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Great expectations for US economy: Are Obama, Romney too optimistic?

Mitt Romney and President Obama both present to voters rosy views of future economic growth. Those scenarios aren't impossible, but it's fair to attach some big asterisks to them.

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Europe is another danger area for the economy. The debt challenges of the euro zone's Mediterranean members could lead to more turbulence and economic weakness for the currency union in the year ahead.

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It also appears that Washington's rosy-scenario issue extends beyond just next year. The latest Blue Chip survey, released Oct. 10, compares its consensus forecast for the US with that of the White House Office of Management and Budget (OMB) and of the Congressional Budget Office (CBO). The private-sector forecasters call for average growth of 2.9 percent from 2014 through 2018, versus 3.7 percent for the White House and 3.9 percent for the CBO.

Some economists worry that America's typical or "trend" growth rate has slowed toward the 2 percent level in recent years. That doesn't mean it's unreasonable to hope for some faster-than-normal growth on the economy's long path to recovery from a deep recession. And certainly it's right for politicians to seek ways to boost the nation back toward a stronger growth rate.

A challenge, however, is that some of the corrective steps may be ones that aren't easy for the economy in the short run.

Many economists say fiscal reform should reduce federal deficits and the national debt (as a share of GDP) without making the adjustments so fast that they suck wind out of the economy. 

That's no easy task, however. It includes some risk of conflict between two goals: restoring full employment and averting a dangerous buildup of public debt. Navigating between this proverbial rock and hard place is difficult, today in particular, because virtually all advanced economies are facing pressure to contain public debt levels at the same time.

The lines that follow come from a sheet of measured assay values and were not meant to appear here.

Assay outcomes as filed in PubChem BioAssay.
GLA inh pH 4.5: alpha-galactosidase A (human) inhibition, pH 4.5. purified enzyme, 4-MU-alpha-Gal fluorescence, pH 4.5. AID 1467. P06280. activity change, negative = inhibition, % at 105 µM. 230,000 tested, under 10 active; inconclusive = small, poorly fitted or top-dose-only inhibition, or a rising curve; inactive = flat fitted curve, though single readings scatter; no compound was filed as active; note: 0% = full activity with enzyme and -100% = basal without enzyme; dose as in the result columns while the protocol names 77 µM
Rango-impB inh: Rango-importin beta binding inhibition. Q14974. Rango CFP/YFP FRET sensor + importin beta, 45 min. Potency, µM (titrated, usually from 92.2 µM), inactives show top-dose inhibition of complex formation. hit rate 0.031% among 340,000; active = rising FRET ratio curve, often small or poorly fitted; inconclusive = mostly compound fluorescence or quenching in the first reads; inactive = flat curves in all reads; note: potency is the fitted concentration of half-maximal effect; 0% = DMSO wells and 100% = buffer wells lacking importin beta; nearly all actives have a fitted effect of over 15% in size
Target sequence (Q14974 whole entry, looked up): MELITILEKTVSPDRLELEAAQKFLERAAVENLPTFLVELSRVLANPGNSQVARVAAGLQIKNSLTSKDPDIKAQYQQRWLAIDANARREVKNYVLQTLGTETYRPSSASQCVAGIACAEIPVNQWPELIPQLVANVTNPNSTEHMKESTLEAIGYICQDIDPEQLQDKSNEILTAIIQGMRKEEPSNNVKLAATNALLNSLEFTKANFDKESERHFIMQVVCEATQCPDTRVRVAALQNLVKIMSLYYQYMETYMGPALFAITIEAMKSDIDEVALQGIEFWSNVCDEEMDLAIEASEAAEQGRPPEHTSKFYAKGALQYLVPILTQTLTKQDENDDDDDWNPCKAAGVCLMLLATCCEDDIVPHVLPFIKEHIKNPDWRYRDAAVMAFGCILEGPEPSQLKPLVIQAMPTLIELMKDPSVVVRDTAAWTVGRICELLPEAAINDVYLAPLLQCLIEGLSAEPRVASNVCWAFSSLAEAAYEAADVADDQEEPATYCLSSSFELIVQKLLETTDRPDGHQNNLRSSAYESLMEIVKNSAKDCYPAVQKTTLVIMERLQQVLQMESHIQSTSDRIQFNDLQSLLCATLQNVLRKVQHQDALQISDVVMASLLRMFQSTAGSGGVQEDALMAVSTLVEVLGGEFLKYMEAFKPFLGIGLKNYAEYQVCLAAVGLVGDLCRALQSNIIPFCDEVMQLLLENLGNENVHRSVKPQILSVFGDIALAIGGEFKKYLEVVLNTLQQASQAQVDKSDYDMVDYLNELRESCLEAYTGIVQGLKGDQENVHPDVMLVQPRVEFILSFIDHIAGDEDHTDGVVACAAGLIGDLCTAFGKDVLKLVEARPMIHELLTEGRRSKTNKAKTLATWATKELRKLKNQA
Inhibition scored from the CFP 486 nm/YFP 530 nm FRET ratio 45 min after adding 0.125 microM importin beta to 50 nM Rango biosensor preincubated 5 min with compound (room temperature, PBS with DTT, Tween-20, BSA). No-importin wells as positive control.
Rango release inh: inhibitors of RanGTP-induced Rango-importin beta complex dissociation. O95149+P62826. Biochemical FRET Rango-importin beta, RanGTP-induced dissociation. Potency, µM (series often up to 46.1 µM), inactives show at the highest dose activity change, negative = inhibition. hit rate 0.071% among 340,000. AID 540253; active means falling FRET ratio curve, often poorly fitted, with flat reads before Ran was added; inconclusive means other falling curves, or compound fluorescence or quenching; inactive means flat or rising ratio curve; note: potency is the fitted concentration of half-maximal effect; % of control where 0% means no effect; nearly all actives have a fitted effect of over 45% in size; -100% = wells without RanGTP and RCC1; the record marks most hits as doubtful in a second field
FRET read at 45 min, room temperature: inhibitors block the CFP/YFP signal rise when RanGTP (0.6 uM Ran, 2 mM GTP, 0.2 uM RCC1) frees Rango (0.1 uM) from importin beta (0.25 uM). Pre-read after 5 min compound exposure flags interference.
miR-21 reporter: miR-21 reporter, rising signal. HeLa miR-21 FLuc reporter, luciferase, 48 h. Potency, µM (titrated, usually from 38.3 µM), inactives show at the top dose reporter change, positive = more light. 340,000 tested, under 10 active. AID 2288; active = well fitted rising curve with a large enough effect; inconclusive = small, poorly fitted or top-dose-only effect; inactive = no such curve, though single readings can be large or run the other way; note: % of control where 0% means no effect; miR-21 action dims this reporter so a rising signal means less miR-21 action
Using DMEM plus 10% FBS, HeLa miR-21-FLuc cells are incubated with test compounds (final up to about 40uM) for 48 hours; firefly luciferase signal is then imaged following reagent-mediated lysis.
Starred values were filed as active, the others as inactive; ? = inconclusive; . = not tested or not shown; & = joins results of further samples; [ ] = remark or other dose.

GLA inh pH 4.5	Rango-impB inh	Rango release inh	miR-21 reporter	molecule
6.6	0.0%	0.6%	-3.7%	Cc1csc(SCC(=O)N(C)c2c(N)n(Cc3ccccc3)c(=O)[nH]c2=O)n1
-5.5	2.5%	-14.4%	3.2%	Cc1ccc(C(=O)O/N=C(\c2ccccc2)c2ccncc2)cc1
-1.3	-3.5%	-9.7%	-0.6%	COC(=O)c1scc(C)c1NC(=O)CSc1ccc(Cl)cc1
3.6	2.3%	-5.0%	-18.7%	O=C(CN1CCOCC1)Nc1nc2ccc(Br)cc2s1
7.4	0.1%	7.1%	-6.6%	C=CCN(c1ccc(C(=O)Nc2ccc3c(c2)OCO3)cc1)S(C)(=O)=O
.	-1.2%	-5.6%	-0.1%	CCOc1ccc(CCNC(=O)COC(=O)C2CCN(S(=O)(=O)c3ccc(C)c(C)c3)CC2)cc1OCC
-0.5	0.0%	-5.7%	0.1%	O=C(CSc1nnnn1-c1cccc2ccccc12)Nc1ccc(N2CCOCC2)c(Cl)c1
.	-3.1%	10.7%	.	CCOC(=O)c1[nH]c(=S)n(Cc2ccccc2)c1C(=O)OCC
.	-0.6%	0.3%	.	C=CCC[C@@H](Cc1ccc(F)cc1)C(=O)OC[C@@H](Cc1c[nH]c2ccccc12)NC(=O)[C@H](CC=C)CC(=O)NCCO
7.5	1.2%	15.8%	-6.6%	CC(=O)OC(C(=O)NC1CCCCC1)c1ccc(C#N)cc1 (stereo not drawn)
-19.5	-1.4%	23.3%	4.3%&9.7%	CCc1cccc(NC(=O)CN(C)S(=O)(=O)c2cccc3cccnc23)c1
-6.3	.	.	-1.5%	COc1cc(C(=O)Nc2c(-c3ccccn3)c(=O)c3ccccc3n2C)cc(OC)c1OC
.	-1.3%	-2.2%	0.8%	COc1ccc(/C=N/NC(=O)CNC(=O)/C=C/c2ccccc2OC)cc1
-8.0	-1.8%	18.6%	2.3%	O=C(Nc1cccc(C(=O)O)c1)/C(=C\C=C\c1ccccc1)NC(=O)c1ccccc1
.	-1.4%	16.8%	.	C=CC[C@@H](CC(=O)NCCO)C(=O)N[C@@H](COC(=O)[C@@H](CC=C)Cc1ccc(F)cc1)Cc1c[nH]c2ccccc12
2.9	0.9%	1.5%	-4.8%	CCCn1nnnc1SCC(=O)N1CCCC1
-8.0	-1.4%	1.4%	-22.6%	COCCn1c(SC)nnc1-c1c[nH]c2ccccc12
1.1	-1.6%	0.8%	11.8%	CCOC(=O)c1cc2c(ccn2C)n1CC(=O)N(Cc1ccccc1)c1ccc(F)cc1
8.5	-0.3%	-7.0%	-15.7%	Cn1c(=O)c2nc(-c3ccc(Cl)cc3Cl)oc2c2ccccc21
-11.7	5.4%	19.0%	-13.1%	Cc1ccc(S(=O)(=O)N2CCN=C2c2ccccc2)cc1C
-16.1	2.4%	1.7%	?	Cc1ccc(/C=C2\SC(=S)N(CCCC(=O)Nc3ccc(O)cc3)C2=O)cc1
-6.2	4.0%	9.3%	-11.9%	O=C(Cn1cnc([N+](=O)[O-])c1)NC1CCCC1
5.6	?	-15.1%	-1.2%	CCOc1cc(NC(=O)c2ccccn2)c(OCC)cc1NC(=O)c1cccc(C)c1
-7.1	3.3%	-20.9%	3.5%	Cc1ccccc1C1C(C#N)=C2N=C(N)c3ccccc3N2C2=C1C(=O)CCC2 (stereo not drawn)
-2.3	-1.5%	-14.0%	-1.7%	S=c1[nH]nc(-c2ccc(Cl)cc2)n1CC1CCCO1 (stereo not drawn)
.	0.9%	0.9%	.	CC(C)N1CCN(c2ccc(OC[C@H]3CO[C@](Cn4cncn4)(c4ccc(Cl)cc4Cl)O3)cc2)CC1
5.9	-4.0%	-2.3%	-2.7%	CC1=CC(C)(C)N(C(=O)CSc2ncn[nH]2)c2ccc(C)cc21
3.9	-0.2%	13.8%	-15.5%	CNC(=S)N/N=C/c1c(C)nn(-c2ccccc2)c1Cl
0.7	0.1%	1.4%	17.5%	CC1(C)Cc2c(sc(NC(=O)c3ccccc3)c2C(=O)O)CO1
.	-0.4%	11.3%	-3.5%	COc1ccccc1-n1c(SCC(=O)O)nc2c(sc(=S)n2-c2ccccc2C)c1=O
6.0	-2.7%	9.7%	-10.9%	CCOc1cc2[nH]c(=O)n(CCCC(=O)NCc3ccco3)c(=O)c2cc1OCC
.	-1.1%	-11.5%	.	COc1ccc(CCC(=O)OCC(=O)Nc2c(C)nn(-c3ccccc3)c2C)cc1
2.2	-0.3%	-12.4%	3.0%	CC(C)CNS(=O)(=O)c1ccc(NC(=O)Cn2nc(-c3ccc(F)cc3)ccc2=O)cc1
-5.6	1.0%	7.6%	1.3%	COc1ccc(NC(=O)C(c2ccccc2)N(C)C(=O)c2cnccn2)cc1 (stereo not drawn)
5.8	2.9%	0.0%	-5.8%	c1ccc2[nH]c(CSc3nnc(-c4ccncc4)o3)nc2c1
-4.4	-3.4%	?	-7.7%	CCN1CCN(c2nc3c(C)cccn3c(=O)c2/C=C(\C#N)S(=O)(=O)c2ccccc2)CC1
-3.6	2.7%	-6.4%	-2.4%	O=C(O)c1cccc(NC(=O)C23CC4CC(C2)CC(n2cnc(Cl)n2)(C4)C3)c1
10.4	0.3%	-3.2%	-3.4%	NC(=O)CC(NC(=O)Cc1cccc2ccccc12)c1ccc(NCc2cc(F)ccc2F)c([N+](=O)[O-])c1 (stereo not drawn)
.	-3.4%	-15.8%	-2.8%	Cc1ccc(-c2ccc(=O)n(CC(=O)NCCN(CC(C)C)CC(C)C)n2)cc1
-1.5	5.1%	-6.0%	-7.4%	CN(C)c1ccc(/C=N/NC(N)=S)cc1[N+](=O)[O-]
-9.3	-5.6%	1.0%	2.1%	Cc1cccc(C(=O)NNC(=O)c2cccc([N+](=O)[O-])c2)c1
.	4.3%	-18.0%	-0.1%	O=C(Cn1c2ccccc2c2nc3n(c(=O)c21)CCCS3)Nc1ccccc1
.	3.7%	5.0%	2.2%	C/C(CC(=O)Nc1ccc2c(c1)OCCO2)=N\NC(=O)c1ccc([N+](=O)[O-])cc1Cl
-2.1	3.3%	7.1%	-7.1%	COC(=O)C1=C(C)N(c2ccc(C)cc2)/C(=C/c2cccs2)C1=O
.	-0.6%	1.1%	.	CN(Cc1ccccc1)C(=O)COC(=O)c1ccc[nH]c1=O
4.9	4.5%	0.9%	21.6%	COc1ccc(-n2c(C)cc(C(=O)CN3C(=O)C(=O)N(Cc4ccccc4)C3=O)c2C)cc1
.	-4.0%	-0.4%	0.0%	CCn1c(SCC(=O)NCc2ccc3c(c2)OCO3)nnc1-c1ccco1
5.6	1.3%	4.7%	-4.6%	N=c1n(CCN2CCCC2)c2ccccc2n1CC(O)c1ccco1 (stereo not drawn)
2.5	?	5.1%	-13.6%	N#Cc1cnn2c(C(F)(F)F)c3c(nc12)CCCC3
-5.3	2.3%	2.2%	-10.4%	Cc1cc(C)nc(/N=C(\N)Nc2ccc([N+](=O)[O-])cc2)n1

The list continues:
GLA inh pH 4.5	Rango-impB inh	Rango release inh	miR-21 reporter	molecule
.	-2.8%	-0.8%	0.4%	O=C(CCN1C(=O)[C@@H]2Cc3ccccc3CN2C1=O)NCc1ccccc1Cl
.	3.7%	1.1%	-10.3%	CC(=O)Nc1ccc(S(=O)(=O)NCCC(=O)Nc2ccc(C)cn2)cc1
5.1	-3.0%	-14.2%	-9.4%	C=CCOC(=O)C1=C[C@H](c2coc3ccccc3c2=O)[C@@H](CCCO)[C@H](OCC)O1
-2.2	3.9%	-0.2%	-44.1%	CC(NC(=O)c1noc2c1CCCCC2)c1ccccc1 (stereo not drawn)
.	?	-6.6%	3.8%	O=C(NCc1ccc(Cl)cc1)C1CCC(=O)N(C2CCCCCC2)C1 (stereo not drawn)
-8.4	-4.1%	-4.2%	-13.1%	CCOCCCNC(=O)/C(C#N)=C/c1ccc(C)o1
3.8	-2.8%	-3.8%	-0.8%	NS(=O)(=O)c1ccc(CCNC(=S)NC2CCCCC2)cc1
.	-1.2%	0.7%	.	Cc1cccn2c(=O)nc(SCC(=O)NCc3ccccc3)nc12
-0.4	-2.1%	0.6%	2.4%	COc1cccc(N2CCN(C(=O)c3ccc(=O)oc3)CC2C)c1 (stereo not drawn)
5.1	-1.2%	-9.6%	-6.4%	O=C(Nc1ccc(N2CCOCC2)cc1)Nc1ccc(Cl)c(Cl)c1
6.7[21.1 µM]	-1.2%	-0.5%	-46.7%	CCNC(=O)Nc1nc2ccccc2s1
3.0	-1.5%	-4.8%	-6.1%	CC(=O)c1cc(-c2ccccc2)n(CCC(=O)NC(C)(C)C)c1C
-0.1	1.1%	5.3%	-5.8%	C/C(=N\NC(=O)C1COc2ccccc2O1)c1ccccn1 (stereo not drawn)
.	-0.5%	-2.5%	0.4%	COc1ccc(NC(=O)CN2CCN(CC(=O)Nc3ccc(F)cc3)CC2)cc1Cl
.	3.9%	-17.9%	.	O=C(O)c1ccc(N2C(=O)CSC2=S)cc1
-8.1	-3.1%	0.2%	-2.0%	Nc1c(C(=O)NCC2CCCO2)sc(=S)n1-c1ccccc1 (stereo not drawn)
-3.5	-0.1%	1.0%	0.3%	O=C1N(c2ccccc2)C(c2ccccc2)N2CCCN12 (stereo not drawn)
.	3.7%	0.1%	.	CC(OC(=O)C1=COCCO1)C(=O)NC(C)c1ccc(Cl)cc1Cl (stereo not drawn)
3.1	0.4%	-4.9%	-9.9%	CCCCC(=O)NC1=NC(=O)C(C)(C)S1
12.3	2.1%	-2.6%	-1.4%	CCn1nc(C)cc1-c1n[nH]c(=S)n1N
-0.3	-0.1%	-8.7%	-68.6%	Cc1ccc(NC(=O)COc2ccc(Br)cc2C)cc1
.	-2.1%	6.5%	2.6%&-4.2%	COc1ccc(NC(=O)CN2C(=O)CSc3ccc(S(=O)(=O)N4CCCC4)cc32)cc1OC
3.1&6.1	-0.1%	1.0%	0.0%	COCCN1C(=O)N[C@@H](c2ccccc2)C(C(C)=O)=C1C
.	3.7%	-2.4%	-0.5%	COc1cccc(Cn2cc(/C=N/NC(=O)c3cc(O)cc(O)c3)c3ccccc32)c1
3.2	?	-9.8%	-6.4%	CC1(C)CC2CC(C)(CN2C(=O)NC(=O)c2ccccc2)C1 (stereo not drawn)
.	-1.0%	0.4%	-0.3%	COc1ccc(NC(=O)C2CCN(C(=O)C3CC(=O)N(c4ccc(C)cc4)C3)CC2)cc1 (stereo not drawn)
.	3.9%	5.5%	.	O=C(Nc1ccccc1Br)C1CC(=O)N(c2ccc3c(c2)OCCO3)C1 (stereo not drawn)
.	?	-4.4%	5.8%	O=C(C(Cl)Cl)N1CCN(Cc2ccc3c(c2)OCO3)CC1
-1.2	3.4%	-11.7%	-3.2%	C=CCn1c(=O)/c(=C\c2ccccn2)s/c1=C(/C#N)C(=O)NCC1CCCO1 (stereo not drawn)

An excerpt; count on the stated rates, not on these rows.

If the next president bases his policy around economic assumptions that prove unrealistic, the nation's fiscal position could worsen. Under a President Romney, this scenario could unfold if his tax-reform plan fails to provide a major boost to economic growth, or if he doesn't win cuts to federal spending (still not detailed by his campaign) on the promised scale. 

"Voters need to see the specifics," says Maya MacGuineas, president of the Committee for a Responsible Federal Budget, a nonpartisan group that supports fiscal sustainability. Without more details from Romney, it's hard for voters to judge if they find his plans credible and appealing.

Similarly, Obama's fiscal leadership has been wanting, Ms. MacGuineas said in a recent interview. So if the economy were to underperform, Obama's plan might fail to curb high deficits. She describes his plans to date as "Simpson-Bowles lite," with some spending cuts and revenue hikes, but not enough to put the public debt on a downward path.

Obama's bipartisan fiscal commission, chaired by Alan Simpson (R) and Erskine Bowles (D), offered a plan that could serve as a template for eventual reforms – in its spirit of compromise if not in all its details. Such reform is backed by a growing list of corporate CEOs. They have signed on to a "Fix the Debt" campaign, designed to put pressure on both political parties for a grand bargain on fiscal policy. 

If the next president wants GDP growth to come in strong, it may hinge on a policy course that includes tax reform, deficit reduction, and broader steps to improve US competitiveness.


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